1890 Fire Destroyed Masonic Block in Wilson
Cries of “Fire! Fire!” rang out in the Village of Wilson in the early morning hours of August 19, 1890. A fire of unknown origin had been spotted in the Masonic Block on Young Street. Almost immediately, men, women and children poured into the streets to assist with the fire fighting efforts. The stately Masonic Building, at the corner of Young and Catherine Sts., which contained not only the FAM Ontario Lodge but several businesses as well, was the first to go followed by other businesses on both streets. By daybreak it was evident that very little would be left of the entire block that was bounded by Young, McChesney, Pettit and Catherine Streets.
As the smoke cleared, villagers assessed the damage. The FAM Ontario Lodge lost their meeting rooms, records and Masonic items. The following businesses that were housed in or near the Masonic Building were also destroyed: Metzger and Son Hardware Store; C.N. Markle Dry Goods Store; and the offices of The Star, the village newspaper. Down the block, the fire destroyed the Dox surveying office, several barns and a blacksmith shop. Those structures were owned by E.V.W. Dox and Catherine Johnson. Fortunately the wind shifted before it destroyed Marshall’s Carriage Factory.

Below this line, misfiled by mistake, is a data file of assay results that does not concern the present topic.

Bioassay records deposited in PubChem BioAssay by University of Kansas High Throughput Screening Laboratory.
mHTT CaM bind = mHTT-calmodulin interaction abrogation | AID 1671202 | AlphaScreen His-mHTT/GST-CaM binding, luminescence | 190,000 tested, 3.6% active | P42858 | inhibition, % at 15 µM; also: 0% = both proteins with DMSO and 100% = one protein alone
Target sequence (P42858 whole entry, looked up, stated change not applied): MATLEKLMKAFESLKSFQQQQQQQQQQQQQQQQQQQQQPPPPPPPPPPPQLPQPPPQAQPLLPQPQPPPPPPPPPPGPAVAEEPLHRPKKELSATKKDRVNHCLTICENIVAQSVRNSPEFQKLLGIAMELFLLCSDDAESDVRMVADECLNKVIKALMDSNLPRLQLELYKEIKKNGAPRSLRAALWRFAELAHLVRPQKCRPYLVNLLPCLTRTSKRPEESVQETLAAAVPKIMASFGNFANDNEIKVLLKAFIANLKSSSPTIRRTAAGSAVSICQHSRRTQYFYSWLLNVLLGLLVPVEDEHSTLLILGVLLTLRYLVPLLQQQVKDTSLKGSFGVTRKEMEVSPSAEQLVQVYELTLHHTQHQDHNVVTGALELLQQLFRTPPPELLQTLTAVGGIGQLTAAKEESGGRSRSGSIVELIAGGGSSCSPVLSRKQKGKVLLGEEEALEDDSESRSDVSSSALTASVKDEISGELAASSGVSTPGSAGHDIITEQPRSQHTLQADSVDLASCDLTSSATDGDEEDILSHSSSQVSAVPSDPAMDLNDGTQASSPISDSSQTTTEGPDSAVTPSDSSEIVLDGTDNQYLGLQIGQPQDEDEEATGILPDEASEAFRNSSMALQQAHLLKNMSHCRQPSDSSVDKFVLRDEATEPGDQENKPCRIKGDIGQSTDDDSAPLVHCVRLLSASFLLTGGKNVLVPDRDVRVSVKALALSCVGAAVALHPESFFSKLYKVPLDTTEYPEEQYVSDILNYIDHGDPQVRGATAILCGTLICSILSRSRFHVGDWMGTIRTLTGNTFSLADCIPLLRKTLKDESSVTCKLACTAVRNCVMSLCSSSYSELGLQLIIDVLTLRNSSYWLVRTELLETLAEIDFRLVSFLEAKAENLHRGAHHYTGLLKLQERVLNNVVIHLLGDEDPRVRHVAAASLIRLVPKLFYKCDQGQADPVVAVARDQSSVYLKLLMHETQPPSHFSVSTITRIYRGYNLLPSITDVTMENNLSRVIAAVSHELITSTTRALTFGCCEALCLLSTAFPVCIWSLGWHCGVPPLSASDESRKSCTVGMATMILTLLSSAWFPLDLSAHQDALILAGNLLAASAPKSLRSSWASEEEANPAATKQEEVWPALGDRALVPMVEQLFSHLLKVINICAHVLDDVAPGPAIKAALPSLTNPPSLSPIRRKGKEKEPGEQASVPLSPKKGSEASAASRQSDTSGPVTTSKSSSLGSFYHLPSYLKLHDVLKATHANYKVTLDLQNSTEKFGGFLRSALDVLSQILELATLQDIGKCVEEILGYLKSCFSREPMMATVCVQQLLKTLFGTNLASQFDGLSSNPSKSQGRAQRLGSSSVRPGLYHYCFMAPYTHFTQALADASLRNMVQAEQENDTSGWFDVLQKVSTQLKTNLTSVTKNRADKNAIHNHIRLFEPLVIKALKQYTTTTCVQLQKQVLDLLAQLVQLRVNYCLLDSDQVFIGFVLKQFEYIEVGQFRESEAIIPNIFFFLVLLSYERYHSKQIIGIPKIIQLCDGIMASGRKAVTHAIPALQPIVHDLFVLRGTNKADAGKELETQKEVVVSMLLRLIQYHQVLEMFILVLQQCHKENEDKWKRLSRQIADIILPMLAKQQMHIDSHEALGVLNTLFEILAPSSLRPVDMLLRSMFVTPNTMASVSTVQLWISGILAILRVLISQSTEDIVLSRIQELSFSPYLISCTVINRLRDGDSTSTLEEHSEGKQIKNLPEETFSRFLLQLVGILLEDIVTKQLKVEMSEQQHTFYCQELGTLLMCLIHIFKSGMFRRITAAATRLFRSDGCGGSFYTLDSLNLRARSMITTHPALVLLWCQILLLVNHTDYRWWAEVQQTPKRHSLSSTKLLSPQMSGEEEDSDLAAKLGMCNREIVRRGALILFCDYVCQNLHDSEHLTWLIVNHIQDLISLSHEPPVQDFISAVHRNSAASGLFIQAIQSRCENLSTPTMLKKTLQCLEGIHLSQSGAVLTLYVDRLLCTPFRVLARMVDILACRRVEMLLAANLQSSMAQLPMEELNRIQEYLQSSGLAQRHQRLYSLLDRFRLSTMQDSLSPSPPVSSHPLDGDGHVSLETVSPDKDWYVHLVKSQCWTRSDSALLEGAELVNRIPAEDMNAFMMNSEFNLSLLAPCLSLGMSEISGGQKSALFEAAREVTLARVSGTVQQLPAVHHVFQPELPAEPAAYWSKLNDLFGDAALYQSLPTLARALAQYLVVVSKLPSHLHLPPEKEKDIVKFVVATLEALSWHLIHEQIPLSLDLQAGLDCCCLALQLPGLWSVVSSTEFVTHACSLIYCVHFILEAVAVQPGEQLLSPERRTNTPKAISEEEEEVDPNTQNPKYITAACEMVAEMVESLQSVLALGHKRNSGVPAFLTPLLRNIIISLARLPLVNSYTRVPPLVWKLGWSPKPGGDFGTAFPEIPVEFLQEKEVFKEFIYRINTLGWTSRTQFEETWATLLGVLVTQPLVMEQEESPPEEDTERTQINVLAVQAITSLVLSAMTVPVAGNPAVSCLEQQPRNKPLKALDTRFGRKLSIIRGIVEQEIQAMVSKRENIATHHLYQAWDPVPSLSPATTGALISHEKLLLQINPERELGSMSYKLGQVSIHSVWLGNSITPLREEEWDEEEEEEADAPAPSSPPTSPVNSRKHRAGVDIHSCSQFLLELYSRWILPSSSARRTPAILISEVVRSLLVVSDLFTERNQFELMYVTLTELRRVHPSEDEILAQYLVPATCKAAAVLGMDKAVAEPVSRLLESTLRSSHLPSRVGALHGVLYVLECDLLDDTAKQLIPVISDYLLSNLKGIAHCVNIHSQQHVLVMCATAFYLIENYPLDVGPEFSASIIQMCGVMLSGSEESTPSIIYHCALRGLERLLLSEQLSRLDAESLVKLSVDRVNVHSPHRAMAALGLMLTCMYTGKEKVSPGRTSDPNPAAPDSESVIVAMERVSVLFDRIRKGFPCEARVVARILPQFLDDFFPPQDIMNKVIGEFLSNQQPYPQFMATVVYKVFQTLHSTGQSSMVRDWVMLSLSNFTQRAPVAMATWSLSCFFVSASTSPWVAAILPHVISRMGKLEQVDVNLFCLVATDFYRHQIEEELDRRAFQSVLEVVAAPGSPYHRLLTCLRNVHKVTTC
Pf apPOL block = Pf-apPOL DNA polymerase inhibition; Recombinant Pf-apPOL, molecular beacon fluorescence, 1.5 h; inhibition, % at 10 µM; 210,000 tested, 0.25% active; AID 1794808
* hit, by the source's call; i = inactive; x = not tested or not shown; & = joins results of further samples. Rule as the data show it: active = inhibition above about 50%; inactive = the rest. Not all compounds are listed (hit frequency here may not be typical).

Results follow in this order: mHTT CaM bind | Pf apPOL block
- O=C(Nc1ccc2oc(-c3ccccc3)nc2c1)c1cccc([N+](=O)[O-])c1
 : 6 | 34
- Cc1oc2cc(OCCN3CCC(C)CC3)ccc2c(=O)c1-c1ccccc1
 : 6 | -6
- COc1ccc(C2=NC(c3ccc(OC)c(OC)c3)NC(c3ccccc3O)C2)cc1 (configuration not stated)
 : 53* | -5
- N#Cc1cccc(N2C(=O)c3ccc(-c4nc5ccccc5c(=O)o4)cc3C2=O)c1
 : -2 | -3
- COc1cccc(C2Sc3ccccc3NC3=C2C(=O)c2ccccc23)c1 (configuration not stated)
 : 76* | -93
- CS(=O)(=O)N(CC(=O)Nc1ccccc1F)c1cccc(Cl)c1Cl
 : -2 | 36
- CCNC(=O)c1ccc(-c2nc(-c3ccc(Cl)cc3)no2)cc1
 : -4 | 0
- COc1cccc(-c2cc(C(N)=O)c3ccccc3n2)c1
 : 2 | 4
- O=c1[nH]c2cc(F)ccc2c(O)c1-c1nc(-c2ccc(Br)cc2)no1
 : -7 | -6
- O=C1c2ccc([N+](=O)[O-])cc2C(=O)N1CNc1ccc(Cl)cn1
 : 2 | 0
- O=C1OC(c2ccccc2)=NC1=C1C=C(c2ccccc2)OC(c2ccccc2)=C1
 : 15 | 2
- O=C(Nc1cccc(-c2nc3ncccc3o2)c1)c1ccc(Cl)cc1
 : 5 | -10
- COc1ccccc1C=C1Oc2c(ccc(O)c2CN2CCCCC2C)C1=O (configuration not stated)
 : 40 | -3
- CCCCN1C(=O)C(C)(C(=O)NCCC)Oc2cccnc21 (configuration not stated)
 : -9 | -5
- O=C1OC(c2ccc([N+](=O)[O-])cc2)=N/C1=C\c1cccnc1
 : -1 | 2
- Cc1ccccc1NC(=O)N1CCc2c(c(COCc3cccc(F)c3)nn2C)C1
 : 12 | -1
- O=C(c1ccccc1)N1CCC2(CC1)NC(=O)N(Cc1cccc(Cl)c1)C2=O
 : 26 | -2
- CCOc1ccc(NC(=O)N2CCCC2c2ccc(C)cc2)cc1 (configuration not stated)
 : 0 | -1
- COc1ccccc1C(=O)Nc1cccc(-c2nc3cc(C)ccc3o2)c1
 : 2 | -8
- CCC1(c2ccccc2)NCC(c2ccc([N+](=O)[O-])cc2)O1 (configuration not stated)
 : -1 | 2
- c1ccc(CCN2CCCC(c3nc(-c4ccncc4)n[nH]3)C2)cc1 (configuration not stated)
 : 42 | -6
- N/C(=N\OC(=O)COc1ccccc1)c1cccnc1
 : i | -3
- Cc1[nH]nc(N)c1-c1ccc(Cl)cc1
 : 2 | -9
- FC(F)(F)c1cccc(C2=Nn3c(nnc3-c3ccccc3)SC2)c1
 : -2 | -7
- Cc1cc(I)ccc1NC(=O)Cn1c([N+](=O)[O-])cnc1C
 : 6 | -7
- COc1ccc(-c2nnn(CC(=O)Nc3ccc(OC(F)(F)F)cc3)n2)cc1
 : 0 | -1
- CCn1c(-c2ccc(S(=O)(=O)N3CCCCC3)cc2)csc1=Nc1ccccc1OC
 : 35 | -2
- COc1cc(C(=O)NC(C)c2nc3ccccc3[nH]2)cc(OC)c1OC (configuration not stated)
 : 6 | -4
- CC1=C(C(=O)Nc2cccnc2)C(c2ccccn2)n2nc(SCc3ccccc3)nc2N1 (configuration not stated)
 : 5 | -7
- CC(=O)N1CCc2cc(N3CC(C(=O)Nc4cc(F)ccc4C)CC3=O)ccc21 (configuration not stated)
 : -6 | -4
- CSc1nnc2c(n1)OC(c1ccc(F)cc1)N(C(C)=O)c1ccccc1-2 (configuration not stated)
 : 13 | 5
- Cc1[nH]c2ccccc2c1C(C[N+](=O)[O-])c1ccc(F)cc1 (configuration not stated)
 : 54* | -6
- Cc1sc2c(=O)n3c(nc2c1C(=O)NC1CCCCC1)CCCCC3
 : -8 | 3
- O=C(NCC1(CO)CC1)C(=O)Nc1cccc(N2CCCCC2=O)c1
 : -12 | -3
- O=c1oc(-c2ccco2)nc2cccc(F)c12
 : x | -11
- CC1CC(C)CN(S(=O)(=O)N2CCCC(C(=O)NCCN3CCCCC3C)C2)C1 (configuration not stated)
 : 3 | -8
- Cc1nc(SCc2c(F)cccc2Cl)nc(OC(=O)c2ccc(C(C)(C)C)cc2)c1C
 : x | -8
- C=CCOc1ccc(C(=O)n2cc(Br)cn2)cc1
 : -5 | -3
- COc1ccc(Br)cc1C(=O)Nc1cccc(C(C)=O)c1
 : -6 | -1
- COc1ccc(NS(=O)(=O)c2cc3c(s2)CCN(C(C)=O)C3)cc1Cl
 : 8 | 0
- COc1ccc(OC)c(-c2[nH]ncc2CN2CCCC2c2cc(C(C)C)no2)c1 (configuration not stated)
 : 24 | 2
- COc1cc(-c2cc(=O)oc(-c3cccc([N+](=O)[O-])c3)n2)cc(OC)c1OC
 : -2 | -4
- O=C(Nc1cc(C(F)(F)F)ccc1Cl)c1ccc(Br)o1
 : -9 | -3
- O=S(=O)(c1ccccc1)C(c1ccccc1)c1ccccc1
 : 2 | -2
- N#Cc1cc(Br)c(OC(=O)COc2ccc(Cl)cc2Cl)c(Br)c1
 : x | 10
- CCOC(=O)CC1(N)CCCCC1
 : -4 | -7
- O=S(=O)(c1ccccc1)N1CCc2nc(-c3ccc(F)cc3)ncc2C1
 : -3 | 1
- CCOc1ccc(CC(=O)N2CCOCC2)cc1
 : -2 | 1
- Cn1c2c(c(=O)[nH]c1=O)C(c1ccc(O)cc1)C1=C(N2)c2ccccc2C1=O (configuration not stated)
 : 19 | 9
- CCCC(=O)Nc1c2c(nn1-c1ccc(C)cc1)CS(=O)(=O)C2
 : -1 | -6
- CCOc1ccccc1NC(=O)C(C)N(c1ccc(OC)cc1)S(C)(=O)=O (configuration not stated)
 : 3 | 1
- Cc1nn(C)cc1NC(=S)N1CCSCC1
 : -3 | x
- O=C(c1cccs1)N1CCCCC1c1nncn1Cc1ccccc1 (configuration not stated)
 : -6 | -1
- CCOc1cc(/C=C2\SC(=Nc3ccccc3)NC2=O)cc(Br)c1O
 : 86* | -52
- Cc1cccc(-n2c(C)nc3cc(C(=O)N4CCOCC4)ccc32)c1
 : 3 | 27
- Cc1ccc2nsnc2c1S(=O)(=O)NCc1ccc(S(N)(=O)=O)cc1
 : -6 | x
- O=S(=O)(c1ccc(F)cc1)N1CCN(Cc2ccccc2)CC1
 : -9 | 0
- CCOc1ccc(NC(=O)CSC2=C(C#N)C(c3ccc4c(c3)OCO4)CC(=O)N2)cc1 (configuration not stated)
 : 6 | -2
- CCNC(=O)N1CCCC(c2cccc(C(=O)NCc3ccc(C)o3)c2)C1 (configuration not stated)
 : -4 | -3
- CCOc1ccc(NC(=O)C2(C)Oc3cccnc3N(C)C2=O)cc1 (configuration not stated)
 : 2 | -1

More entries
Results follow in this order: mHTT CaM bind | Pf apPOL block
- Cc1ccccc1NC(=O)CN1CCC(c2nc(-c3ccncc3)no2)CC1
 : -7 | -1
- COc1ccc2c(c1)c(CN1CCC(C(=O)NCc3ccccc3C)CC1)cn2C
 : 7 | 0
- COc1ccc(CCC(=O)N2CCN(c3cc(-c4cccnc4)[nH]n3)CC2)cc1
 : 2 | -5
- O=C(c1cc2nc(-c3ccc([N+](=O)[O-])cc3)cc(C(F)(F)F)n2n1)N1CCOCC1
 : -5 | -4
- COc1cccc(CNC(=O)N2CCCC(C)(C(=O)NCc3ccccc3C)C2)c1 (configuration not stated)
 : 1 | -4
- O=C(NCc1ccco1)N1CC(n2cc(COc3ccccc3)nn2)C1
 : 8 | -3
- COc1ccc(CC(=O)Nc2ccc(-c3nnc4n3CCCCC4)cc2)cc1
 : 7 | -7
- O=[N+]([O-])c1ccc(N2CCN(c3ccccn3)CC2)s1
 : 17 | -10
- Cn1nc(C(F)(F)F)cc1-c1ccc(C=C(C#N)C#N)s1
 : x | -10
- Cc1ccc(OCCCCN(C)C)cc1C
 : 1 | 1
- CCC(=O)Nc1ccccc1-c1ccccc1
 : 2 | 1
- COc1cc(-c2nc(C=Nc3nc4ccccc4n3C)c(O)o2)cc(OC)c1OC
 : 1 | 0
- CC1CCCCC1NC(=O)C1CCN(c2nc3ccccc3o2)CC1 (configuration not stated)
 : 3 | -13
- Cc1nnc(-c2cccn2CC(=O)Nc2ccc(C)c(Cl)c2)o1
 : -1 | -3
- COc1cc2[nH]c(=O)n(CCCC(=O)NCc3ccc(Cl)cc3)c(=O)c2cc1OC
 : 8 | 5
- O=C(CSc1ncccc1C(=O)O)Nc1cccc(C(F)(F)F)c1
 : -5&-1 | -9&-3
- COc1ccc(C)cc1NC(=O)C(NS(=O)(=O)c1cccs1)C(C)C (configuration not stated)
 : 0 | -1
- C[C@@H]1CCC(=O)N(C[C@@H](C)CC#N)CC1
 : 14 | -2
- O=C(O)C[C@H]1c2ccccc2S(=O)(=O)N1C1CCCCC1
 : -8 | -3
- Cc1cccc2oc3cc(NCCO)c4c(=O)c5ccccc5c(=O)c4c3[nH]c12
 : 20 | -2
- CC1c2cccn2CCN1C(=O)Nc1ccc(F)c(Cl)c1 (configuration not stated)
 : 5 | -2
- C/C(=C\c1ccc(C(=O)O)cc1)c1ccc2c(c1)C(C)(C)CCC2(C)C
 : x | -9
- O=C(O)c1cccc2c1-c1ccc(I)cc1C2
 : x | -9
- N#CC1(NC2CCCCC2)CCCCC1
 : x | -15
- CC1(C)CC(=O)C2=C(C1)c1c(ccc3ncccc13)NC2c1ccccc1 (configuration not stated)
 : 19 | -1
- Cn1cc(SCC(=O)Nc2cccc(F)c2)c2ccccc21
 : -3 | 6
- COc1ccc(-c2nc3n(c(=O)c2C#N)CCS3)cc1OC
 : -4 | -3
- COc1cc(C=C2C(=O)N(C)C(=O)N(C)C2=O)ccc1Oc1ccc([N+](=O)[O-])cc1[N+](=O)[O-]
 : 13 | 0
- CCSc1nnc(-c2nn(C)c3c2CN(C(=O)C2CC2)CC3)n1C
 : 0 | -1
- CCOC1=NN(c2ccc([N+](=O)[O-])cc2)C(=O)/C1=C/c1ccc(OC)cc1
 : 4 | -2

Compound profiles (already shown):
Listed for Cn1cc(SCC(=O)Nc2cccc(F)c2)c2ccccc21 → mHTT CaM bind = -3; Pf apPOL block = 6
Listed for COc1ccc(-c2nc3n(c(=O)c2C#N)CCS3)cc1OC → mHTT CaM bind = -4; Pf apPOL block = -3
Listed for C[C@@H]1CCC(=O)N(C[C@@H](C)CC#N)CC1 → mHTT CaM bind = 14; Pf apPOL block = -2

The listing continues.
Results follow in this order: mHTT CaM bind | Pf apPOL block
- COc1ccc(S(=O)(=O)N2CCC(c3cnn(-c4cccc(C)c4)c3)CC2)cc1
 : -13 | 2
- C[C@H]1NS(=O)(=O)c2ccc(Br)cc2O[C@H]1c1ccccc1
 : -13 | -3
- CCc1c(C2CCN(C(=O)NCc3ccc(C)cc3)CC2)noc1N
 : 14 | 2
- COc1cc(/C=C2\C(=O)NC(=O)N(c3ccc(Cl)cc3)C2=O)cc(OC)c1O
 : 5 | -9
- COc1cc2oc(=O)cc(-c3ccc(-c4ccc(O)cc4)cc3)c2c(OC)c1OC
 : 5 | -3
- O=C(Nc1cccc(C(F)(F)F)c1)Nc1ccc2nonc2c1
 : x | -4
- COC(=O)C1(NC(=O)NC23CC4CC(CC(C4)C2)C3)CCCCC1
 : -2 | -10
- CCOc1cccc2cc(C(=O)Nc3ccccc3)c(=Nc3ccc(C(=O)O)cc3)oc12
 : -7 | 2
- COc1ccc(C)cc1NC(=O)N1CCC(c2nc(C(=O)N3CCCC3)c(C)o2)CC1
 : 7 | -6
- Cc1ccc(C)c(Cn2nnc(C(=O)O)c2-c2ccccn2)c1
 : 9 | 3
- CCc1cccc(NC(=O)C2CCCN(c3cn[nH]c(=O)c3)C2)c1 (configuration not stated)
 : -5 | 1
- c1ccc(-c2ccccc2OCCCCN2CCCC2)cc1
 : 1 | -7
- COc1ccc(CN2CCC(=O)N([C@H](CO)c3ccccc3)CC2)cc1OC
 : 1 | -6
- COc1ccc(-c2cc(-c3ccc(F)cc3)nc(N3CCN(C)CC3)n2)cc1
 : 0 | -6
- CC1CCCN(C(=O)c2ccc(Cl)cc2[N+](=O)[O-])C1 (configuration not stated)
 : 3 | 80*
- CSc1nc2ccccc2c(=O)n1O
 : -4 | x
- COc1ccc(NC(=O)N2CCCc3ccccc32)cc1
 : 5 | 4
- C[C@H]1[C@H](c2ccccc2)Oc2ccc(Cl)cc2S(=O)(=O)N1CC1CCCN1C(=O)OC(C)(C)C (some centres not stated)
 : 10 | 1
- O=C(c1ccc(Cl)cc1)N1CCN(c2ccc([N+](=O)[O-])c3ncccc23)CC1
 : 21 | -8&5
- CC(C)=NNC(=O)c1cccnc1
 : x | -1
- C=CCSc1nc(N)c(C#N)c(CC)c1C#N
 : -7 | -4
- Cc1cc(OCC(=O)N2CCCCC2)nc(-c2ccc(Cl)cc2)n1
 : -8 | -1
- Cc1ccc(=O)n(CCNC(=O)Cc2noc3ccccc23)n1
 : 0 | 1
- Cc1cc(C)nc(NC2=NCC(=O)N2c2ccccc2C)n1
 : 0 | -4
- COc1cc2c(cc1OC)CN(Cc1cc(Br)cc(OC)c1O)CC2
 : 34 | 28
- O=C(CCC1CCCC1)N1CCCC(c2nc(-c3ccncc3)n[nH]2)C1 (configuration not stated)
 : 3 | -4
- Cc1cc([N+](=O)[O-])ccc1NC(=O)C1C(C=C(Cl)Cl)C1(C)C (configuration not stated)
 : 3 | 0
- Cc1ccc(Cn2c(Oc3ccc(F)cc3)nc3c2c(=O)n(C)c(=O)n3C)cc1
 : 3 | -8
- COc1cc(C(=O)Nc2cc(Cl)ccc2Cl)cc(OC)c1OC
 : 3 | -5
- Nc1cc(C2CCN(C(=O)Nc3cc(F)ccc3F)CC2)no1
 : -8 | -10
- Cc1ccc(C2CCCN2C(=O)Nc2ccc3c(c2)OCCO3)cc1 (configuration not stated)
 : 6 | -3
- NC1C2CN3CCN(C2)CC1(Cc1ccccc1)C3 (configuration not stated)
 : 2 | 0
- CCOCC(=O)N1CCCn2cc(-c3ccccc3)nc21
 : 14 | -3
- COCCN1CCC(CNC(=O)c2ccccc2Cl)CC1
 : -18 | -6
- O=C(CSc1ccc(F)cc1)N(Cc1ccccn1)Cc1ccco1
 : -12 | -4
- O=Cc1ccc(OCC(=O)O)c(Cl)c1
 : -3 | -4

By the next day, the business owners, with the exception of the Metzgers, had vowed to rebuild the block with bigger and better buildings. This was the second fire the Metzgers had endured that year as their home burned down in the previous winter. They decided to return to their hometown in Pennsylvania. Most of the businesses moved to other locations while the block was being rebuilt. Many business owners insurance on their properties which helped with the rebuilding efforts. The Masons built a new three story brick building that stills stands in Wilson today.
Ironically, the day after the fire an excursion boat from Toronto docked in Wilson with 700 Canadian Masons on board. It was unfortunate that the Wilson Masons could not invite them to visit their Lodge in the village.
Wilson has witnessed other spectacular fires in its history including many wooden hotels. In 1908 the Tower House Inn with its many towers, turrets, porches, and other architectural features burned to the ground. The last major fire occurred in 1980 when the Hub Hotel and the Post Office went up in flames. That block has also been rebuilt.
Douglas Farley, Director
Ann Marie Linnabery
Erie Canal Discover Center
24 Church St.
Lockport NY 14094